Ernst Welteke

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Ernst Welteke
Welteke.jpg
6th President of the German Bundesbank
In office
1999–2004
Preceded by Hans Tietmeyer
Succeeded by Axel A. Weber
Personal details
Born (1942-08-21) 21 August 1942 (age 76)
Korbach, Germany
Nationality Germany
Alma mater Goethe University Frankfurt
Occupation Economist

Ernst Welteke (born 21 August 1942) was the president of Deutsche Bundesbank from September 1999 until he resigned in 2004.

Career[edit]

Political career[edit]

From 1974 until 1995, Welteke was a member of the Landtag of Hesse.

Welteke served as State Minister for Economic Affairs in the government of Minister President Hans Eichel of Hesse from 1991 until 1994. In 1994, he took over as State Minister of Finance.

President of the Bundesbank, 1999–2004[edit]

Welteke was nominated by the government of Chancellor Gerhard Schröder as president of Bundesbank on 12 May 1999,[1] and his term began on 1 September 1999.[2]

When the Bundesbank studied the possibility of insider trading in relation to the September 11 attacks, Welteke stated that the German researchers found “almost irrefutable proof of insider trading”,[3] stating that “What we found makes us sure that people connected to the terrorists must have been trying to profit from this tragedy.”[4]

During his time in office, Welteke also publicly voiced disagreement with Schröder over the sale of the Bundesbank's gold reserves, at the time the world's second-largest after the United States. While Welteke proposed to set up a fund to distribute 5 billion euros from gold sales over five years for education and research purposes, Schröder held that was not enough to meet the country's spending needs.[5]

In his role as president, Welteke was one of Germany's best-paid public officials, with an annual salary of 350,000 euros ($424,000).[6] When the introduction of the physical euro took place on December 31, 2001, Welteke visited Berlin with his family for the celebration, and his stay at the Hotel Adlon was paid for by Dresdner Bank.[7] In 2003, BMW, which owns a bank, paid for Welteke to spend a night on a yacht during the Monaco Grand Prix.[8] Controversy over these incidents led to Welteke resigning from Bundesbank in April 2004.[8][9]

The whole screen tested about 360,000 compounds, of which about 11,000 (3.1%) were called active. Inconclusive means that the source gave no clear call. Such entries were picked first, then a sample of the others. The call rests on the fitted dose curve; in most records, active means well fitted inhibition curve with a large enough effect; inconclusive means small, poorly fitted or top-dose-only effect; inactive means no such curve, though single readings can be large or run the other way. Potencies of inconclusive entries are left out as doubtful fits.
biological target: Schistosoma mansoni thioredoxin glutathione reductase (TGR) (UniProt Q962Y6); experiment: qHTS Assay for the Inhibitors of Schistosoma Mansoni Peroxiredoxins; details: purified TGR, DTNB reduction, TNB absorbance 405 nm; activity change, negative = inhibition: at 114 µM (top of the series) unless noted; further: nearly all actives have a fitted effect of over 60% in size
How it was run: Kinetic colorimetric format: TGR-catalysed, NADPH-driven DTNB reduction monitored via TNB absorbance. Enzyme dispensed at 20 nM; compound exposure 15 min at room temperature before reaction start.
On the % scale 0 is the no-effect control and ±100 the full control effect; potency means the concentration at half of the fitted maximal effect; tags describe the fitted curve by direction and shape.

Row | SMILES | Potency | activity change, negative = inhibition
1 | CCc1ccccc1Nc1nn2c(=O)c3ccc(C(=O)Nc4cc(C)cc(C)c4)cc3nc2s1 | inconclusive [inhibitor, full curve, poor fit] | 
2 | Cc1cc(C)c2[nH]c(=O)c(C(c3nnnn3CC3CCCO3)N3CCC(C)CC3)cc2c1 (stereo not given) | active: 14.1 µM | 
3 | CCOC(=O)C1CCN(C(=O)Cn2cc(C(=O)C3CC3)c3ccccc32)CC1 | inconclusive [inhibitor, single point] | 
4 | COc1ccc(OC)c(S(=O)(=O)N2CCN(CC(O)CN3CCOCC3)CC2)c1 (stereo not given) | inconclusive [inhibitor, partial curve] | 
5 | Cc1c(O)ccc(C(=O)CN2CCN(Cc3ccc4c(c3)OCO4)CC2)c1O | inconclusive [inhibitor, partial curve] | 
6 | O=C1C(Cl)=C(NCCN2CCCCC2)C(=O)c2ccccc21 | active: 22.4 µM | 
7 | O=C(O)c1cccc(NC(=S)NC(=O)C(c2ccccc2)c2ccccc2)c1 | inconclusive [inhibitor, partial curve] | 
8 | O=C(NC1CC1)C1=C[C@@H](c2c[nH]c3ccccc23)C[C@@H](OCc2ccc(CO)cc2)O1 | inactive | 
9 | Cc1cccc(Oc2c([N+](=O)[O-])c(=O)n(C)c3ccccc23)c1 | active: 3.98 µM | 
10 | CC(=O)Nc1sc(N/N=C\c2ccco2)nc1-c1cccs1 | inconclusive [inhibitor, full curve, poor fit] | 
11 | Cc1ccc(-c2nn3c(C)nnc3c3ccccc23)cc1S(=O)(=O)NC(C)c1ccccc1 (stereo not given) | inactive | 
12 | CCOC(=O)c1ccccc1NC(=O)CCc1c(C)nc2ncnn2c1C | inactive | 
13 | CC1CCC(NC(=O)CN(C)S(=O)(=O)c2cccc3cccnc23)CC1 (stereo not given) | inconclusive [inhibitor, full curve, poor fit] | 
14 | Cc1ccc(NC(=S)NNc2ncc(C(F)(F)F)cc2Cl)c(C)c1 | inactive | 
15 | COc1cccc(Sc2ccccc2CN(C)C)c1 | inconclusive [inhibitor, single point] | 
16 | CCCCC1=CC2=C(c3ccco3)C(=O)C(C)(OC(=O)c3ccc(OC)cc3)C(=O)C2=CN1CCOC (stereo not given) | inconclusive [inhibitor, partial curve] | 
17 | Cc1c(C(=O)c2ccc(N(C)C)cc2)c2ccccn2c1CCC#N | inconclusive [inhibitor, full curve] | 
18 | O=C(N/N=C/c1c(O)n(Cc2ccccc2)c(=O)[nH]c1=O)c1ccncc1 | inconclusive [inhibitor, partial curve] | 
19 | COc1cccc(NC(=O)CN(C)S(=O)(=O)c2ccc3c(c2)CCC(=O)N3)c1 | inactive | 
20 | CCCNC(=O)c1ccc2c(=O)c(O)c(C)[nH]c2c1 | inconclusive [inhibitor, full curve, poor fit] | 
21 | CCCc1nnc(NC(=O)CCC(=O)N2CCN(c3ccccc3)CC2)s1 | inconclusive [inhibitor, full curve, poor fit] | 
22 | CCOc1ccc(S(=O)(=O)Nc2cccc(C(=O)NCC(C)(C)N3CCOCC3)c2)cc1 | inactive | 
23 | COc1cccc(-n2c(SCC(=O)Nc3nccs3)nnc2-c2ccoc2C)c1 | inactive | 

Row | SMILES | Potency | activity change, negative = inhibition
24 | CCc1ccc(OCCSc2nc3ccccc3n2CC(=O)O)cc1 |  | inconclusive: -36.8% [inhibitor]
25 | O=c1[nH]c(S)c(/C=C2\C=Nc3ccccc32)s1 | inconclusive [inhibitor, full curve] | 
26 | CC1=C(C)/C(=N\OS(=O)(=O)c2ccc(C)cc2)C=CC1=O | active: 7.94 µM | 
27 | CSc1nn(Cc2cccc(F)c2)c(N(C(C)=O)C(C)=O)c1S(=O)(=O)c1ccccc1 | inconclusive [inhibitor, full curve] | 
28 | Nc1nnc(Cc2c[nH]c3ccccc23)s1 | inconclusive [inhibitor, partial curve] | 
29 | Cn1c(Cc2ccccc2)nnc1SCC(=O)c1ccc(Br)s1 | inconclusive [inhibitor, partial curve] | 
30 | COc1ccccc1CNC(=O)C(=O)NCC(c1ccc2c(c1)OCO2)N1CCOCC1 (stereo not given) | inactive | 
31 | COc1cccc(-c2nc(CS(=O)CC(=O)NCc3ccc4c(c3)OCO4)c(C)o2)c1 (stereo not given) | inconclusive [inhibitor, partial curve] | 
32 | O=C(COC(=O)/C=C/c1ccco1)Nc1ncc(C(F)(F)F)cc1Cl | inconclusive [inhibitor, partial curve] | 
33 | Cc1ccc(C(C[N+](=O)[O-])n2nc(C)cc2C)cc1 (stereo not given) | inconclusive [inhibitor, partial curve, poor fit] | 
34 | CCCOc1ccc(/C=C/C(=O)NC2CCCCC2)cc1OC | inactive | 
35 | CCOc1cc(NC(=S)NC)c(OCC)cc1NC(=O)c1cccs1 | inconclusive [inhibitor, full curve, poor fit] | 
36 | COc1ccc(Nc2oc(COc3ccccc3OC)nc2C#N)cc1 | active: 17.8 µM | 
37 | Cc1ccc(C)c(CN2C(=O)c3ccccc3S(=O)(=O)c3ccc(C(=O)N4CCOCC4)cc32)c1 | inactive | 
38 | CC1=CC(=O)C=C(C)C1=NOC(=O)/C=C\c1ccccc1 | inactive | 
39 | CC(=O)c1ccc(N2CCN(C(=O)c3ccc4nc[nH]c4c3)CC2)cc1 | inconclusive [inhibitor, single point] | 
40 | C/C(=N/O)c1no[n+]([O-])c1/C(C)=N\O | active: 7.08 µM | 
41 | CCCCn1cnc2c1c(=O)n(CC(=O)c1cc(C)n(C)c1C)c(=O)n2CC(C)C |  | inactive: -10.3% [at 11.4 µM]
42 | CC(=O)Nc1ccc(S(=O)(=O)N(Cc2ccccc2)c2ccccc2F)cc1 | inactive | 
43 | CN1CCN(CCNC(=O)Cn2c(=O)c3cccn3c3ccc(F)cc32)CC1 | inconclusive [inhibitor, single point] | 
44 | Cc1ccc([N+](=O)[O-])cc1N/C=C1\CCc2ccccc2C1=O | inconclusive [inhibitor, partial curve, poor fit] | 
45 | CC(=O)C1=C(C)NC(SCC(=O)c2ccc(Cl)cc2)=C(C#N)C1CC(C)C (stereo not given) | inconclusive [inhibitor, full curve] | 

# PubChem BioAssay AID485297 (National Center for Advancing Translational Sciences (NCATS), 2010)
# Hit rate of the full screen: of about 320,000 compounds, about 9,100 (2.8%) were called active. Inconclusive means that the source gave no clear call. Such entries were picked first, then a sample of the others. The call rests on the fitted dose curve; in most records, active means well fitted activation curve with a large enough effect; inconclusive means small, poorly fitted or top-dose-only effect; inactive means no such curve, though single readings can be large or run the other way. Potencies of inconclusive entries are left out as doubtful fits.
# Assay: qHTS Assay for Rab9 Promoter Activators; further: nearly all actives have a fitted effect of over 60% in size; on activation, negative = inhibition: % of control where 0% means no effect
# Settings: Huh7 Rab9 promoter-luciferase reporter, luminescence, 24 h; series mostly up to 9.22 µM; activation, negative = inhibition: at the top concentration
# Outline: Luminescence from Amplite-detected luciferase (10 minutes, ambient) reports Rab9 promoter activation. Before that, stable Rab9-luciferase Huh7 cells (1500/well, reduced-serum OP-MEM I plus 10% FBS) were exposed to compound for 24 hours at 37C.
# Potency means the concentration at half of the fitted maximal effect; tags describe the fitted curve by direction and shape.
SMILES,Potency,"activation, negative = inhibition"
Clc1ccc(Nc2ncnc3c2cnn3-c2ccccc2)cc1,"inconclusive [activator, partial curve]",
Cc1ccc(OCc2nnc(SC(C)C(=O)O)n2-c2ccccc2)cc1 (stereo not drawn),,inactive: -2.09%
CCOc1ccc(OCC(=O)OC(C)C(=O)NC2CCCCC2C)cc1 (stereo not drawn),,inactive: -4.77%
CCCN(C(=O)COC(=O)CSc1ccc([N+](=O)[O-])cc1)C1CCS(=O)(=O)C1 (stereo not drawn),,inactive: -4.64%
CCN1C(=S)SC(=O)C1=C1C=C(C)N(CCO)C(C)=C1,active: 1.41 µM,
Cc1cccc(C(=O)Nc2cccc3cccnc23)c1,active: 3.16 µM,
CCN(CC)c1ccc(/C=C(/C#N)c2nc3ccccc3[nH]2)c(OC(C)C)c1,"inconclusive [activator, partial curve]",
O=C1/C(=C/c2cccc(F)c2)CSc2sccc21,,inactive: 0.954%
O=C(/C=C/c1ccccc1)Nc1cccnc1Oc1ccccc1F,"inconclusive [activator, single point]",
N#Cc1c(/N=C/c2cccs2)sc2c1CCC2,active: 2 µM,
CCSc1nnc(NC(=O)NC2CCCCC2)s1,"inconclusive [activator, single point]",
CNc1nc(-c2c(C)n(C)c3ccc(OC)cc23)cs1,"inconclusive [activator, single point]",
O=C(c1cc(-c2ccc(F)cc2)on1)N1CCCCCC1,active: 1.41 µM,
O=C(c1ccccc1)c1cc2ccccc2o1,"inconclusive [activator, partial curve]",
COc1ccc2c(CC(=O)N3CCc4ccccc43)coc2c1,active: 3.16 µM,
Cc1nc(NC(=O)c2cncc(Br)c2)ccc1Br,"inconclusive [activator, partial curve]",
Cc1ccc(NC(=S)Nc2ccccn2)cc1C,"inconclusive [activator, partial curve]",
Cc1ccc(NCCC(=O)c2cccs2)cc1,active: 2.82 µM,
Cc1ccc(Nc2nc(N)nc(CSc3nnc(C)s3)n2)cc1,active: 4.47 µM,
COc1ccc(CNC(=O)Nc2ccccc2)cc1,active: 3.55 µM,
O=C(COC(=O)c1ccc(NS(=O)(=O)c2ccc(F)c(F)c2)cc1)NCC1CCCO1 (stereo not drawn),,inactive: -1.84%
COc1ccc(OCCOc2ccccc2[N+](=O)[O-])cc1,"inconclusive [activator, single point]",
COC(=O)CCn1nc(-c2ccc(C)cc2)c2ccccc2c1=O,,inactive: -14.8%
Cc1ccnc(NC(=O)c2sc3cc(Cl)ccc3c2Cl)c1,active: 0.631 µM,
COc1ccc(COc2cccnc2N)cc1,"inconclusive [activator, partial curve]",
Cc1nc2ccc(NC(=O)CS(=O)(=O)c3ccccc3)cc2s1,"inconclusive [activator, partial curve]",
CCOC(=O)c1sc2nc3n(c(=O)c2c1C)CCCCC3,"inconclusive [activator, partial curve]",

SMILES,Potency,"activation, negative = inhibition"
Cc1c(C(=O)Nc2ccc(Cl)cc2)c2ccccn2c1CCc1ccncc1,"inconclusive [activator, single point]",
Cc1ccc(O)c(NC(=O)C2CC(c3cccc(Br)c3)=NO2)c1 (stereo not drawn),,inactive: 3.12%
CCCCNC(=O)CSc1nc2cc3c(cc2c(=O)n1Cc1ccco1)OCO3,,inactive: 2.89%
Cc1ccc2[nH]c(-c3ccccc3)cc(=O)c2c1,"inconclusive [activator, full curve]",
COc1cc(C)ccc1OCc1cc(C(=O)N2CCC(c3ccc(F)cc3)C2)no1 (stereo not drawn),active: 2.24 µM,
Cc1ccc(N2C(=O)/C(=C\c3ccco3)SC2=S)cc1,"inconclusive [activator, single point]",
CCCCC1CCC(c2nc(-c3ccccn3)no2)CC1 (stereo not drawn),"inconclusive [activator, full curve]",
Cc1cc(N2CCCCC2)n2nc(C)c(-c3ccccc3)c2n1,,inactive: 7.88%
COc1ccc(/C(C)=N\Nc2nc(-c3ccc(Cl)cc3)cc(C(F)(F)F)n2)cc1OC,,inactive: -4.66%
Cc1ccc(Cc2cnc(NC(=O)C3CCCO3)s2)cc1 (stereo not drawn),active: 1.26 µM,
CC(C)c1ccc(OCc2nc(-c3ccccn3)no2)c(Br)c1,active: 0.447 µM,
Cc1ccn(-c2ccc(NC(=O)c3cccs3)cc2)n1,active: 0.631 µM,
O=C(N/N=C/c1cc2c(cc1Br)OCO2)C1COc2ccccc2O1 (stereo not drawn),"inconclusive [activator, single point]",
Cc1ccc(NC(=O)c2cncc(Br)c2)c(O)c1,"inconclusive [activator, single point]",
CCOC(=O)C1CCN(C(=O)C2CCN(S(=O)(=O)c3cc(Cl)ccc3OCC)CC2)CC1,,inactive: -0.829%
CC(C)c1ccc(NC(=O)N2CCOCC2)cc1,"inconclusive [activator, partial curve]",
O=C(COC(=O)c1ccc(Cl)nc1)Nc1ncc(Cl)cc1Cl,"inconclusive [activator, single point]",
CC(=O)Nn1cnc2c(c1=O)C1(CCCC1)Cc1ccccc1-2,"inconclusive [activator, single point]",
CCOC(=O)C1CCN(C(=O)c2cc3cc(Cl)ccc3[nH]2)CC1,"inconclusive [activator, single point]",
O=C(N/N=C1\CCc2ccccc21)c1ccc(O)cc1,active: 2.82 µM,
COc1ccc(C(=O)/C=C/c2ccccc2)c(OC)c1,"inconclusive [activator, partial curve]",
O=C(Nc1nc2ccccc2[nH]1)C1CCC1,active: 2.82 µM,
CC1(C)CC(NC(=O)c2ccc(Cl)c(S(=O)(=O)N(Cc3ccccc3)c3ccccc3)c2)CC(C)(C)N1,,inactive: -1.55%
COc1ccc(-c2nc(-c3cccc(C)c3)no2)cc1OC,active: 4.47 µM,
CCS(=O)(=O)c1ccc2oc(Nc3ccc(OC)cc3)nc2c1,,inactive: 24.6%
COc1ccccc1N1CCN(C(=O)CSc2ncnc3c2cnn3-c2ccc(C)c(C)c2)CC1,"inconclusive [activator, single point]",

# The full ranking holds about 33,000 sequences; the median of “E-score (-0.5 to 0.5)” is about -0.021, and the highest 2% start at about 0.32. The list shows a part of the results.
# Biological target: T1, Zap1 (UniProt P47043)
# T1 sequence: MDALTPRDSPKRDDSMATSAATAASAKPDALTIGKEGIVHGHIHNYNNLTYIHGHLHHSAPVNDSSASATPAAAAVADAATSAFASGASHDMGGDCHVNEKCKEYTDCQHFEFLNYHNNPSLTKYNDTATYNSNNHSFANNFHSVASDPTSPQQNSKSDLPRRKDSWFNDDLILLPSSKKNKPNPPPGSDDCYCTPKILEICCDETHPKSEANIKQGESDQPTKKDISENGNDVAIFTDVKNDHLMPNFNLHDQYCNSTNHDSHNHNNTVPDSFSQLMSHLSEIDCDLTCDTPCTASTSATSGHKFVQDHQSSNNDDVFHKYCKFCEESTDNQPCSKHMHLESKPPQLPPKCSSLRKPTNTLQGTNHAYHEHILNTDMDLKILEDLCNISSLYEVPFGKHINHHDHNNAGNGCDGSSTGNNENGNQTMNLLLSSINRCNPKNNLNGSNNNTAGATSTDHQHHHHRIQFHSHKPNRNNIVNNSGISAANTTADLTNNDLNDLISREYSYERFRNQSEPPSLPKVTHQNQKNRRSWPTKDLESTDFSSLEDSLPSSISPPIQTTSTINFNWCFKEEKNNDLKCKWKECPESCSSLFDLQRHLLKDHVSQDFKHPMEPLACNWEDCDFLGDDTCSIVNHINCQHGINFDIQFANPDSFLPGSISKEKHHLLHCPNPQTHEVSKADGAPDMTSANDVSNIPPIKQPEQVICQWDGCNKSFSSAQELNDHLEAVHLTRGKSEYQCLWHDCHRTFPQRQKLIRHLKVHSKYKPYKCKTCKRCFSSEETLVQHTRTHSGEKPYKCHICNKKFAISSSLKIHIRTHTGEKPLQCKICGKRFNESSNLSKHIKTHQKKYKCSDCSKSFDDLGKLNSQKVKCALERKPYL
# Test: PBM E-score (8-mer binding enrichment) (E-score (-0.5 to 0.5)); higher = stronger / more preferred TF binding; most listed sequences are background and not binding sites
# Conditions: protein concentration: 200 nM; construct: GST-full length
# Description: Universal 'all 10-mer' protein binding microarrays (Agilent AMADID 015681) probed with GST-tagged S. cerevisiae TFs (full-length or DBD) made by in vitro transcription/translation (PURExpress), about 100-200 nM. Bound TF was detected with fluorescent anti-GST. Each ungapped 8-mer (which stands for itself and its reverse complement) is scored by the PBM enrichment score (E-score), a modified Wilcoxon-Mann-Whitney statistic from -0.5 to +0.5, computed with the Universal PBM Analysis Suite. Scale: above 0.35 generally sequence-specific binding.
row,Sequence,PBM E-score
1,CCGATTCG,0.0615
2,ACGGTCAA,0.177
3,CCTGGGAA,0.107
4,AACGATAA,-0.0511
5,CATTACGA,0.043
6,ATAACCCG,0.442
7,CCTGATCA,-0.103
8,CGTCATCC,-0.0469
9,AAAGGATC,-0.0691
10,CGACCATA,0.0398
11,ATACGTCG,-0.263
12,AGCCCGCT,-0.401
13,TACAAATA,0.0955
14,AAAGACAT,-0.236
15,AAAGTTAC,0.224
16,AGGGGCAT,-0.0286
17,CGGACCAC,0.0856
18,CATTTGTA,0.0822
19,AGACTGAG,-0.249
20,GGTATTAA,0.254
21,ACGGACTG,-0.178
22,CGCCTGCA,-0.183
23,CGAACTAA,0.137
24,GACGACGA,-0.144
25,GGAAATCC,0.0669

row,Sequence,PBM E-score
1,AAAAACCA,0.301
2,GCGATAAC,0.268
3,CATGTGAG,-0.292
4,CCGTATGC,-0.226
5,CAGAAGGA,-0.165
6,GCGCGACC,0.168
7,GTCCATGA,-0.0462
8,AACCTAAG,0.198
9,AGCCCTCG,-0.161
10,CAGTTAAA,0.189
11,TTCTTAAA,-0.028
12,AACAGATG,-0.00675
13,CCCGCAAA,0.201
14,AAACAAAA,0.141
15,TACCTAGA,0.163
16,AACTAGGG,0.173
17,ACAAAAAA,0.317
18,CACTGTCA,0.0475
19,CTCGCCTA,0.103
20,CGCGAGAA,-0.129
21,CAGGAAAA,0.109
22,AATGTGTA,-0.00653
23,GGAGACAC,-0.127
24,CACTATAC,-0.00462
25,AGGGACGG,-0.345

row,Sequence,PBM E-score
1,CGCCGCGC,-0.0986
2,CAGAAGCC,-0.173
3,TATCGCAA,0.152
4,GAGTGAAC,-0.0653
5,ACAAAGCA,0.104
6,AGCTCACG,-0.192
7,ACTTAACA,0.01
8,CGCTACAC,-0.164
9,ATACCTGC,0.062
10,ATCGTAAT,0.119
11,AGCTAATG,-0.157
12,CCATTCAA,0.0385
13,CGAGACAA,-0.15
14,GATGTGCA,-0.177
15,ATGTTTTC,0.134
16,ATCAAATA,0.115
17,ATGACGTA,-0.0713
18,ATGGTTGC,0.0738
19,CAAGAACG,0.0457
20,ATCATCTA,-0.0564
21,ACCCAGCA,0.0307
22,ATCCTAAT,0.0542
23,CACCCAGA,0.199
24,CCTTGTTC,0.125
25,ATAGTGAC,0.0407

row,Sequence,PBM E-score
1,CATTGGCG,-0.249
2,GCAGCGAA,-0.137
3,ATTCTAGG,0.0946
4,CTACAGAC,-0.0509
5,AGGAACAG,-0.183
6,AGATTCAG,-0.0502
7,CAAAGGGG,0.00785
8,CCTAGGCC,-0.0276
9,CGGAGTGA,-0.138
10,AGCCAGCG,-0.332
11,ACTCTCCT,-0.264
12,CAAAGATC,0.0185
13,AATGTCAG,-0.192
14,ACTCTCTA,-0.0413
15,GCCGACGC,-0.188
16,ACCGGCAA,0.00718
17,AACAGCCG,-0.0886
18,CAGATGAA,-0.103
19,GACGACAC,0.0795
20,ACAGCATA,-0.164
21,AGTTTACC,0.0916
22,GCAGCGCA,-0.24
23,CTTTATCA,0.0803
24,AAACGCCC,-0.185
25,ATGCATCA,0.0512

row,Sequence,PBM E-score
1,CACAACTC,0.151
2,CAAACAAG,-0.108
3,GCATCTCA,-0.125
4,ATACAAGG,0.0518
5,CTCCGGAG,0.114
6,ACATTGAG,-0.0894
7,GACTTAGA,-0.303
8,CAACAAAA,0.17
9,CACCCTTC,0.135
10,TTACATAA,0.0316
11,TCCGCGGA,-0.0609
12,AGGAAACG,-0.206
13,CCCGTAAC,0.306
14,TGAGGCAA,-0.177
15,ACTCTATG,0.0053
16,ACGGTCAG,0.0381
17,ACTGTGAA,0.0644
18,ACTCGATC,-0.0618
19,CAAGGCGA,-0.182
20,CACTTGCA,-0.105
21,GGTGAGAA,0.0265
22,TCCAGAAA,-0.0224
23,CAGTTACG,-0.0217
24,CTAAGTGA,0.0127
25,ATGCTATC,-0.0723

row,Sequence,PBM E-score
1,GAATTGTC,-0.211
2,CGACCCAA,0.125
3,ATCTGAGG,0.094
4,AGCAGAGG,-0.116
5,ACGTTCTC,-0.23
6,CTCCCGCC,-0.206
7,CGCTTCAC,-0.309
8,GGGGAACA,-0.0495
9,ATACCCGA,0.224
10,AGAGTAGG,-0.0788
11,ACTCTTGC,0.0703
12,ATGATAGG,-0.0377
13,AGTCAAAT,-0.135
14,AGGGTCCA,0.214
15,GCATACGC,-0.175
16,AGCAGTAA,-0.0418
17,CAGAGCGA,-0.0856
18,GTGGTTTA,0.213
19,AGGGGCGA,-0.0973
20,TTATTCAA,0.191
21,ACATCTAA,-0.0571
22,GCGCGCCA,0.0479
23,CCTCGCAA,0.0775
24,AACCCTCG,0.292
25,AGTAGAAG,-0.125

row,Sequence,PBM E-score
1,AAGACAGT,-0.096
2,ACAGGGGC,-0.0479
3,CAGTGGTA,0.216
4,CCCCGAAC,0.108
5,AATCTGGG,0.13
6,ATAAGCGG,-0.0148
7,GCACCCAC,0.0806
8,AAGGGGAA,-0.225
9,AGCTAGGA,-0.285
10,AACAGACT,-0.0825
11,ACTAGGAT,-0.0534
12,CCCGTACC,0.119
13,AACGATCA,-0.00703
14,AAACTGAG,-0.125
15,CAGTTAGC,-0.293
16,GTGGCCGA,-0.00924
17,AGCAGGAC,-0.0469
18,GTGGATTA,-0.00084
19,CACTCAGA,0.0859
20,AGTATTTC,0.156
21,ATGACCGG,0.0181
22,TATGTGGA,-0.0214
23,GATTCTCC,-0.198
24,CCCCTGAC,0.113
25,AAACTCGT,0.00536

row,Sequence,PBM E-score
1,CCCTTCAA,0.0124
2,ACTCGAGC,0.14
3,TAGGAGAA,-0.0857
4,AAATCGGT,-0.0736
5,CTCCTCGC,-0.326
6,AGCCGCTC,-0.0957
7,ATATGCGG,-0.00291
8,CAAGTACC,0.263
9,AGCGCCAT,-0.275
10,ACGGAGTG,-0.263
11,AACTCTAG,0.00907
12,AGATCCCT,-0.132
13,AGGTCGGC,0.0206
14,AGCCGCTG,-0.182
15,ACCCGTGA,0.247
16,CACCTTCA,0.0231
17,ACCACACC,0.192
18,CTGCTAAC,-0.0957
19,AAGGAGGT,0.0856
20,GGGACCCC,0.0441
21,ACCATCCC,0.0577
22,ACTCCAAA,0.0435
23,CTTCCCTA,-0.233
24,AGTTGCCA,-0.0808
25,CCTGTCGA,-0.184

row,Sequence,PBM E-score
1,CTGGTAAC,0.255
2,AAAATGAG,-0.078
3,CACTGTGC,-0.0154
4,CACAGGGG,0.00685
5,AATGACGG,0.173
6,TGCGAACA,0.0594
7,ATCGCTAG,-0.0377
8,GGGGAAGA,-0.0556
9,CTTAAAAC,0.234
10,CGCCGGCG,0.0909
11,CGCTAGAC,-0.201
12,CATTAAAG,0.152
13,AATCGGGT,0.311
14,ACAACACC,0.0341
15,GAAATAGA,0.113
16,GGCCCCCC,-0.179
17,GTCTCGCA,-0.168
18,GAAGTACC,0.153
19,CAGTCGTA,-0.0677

In a statement published on the Bundesbank's Web site within hours of his resignation, Welteke accused Schröder's government of compromising the Bundesbank's independence.[10] The Christian Democratic Union, then an opposition party, alleged that the German Finance Ministry had leaked details of Welteke's hotel bill. The government denied the allegations.[9]

Other activities[edit]

Corporate boards[edit]

  • Banco Kwanza Invest, Chairman of the Board (since 2008)[11]
  • Quantum Global, Member of the Advisory Board[12]
  • Fraport, Member of the Economic Advisory Group

Non-profit organizations[edit]

References[edit]

  1. ^ Journal, Dagmar Aalund Staff Reporter of The Wall Street (1999-05-12). "Welteke Is Nominated to Succeed - Tietmeyer as Head of Bundesbank". Wall Street Journal. ISSN 0099-9660. Retrieved 2015-07-03.
  2. ^ "Deutsche Bundesbank - Ernst Welteke". Deutsche Bundesbank. Archived from the original on 2015-07-04. Retrieved 2015-07-03.
  3. ^ "Context of 'Early September 2001: Almost Irrefutable Proof of Insider Trading in Germany'". www.historycommons.org. Retrieved 2016-05-07.
  4. ^ William Drozdiak, “‘Insider trading’ by terrorists is suspected in Europe”, Miami Herald, September 24, 2001, https://web.archive.org/web/20011109160700/http://www.miami.com/herald/special/news/worldtrade/digdo cs/099922.htm
  5. ^ Katrin Bennhold (April 17, 2004), Bundesbank Chief Resigns Amid Scandal New York Times.
  6. ^ Mark Landler (April 6, 2004), Bank Leader In Germany Jeopardized By Hotel Tab New York Times.
  7. ^ Landler, Mark (2004-04-06). "Bank Leader In Germany Jeopardized By Hotel Tab". The New York Times. ISSN 0362-4331. Retrieved 2015-07-03.
  8. ^ a b Bennhold, Katrin (2004-04-17). "Bundesbank Chief Resigns Amid Scandal". International Business. The New York Times. ISSN 0362-4331. Retrieved 2015-07-03.
  9. ^ a b "Welteke resigns over hotel stay". BBC. 2004-04-16. Retrieved 2015-07-03.
  10. ^ Katrin Bennhold (April 17, 2004), Bundesbank Chief Resigns Amid Scandal New York Times.
  11. ^ Andrew England (July 7, 2013), Angola fund chief José Filomeno dos Santos rebuffs nepotism charge Financial Times.
  12. ^ Andrew England (July 7, 2013), Angola fund chief José Filomeno dos Santos rebuffs nepotism charge Financial Times.
  13. ^ Members Friedrich Ebert Foundation (FES).
  14. ^ Advisory Board Official Monetary and Financial Institutions Forum (OMFIF).
  15. ^ "Ernst Welteke | Economist - World News, Politics, Economics, Business & Finance". The Economist. Retrieved 2016-05-07.
  16. ^ "Ernst Welteke". topics.nytimes.com. Retrieved 2016-05-07.